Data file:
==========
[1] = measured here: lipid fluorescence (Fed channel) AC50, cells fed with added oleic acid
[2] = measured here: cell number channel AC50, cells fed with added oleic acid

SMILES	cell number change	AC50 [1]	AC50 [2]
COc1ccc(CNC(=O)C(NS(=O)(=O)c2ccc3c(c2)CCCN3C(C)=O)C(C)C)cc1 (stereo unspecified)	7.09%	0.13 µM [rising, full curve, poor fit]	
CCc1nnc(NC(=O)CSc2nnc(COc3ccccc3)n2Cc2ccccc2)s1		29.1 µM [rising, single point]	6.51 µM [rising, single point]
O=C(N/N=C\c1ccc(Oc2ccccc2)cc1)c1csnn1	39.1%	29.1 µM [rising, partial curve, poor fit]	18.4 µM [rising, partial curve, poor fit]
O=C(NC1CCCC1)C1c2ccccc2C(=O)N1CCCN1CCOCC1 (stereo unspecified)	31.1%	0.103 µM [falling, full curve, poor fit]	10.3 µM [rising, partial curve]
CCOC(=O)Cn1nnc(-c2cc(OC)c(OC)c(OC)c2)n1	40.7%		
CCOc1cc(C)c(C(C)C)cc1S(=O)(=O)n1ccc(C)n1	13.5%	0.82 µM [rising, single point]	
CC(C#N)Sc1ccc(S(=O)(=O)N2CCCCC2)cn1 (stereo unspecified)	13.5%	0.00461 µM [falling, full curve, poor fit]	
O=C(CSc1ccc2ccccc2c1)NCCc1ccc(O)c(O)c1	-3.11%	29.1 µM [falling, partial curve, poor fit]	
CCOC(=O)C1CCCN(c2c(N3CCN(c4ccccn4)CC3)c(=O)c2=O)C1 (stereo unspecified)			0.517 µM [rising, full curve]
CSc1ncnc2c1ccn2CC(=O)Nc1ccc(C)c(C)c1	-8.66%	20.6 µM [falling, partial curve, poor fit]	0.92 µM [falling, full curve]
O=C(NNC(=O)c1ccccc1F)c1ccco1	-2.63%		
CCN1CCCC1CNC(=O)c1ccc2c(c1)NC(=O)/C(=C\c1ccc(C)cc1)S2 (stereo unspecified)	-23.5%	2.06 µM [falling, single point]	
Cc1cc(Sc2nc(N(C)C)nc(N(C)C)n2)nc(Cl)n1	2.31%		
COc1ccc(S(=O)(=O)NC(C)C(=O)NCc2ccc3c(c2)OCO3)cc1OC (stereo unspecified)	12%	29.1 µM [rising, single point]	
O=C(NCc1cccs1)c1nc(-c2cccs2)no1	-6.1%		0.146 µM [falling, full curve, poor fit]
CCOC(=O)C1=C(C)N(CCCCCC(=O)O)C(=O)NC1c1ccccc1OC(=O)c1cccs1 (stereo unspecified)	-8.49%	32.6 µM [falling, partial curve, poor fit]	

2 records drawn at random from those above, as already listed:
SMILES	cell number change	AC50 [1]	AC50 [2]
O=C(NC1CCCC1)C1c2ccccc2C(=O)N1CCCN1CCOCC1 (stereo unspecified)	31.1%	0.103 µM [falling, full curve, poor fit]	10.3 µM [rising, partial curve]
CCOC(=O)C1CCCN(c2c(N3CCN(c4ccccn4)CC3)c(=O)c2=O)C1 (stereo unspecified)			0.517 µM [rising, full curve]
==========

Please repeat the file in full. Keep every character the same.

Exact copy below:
[1] = measured here: lipid fluorescence (Fed channel) AC50, cells fed with added oleic acid
[2] = measured here: cell number channel AC50, cells fed with added oleic acid

SMILES	cell number change	AC50 [1]	AC50 [2]
COc1ccc(CNC(=O)C(NS(=O)(=O)c2ccc3c(c2)CCCN3C(C)=O)C(C)C)cc1 (stereo unspecified)	7.09%	0.13 µM [rising, full curve, poor fit]	
CCc1nnc(NC(=O)CSc2nnc(COc3ccccc3)n2Cc2ccccc2)s1		29.1 µM [rising, single point]	6.51 µM [rising, single point]
O=C(N/N=C\c1ccc(Oc2ccccc2)cc1)c1csnn1	39.1%	29.1 µM [rising, partial curve, poor fit]	18.4 µM [rising, partial curve, poor fit]
O=C(NC1CCCC1)C1c2ccccc2C(=O)N1CCCN1CCOCC1 (stereo unspecified)	31.1%	0.103 µM [falling, full curve, poor fit]	10.3 µM [rising, partial curve]
CCOC(=O)Cn1nnc(-c2cc(OC)c(OC)c(OC)c2)n1	40.7%		
CCOc1cc(C)c(C(C)C)cc1S(=O)(=O)n1ccc(C)n1	13.5%	0.82 µM [rising, single point]	
CC(C#N)Sc1ccc(S(=O)(=O)N2CCCCC2)cn1 (stereo unspecified)	13.5%	0.00461 µM [falling, full curve, poor fit]	
O=C(CSc1ccc2ccccc2c1)NCCc1ccc(O)c(O)c1	-3.11%	29.1 µM [falling, partial curve, poor fit]	
CCOC(=O)C1CCCN(c2c(N3CCN(c4ccccn4)CC3)c(=O)c2=O)C1 (stereo unspecified)			0.517 µM [rising, full curve]
CSc1ncnc2c1ccn2CC(=O)Nc1ccc(C)c(C)c1	-8.66%	20.6 µM [falling, partial curve, poor fit]	0.92 µM [falling, full curve]
O=C(NNC(=O)c1ccccc1F)c1ccco1	-2.63%		
CCN1CCCC1CNC(=O)c1ccc2c(c1)NC(=O)/C(=C\c1ccc(C)cc1)S2 (stereo unspecified)	-23.5%	2.06 µM [falling, single point]	
Cc1cc(Sc2nc(N(C)C)nc(N(C)C)n2)nc(Cl)n1	2.31%		
COc1ccc(S(=O)(=O)NC(C)C(=O)NCc2ccc3c(c2)OCO3)cc1OC (stereo unspecified)	12%	29.1 µM [rising, single point]	
O=C(NCc1cccs1)c1nc(-c2cccs2)no1	-6.1%		0.146 µM [falling, full curve, poor fit]
CCOC(=O)C1=C(C)N(CCCCCC(=O)O)C(=O)NC1c1ccccc1OC(=O)c1cccs1 (stereo unspecified)	-8.49%	32.6 µM [falling, partial curve, poor fit]	

2 records drawn at random from those above, as already listed:
SMILES	cell number change	AC50 [1]	AC50 [2]
O=C(NC1CCCC1)C1c2ccccc2C(=O)N1CCCN1CCOCC1 (stereo unspecified)	31.1%	0.103 µM [falling, full curve, poor fit]	10.3 µM [rising, partial curve]
CCOC(=O)C1CCCN(c2c(N3CCN(c4ccccn4)CC3)c(=O)c2=O)C1 (stereo unspecified)			0.517 µM [rising, full curve]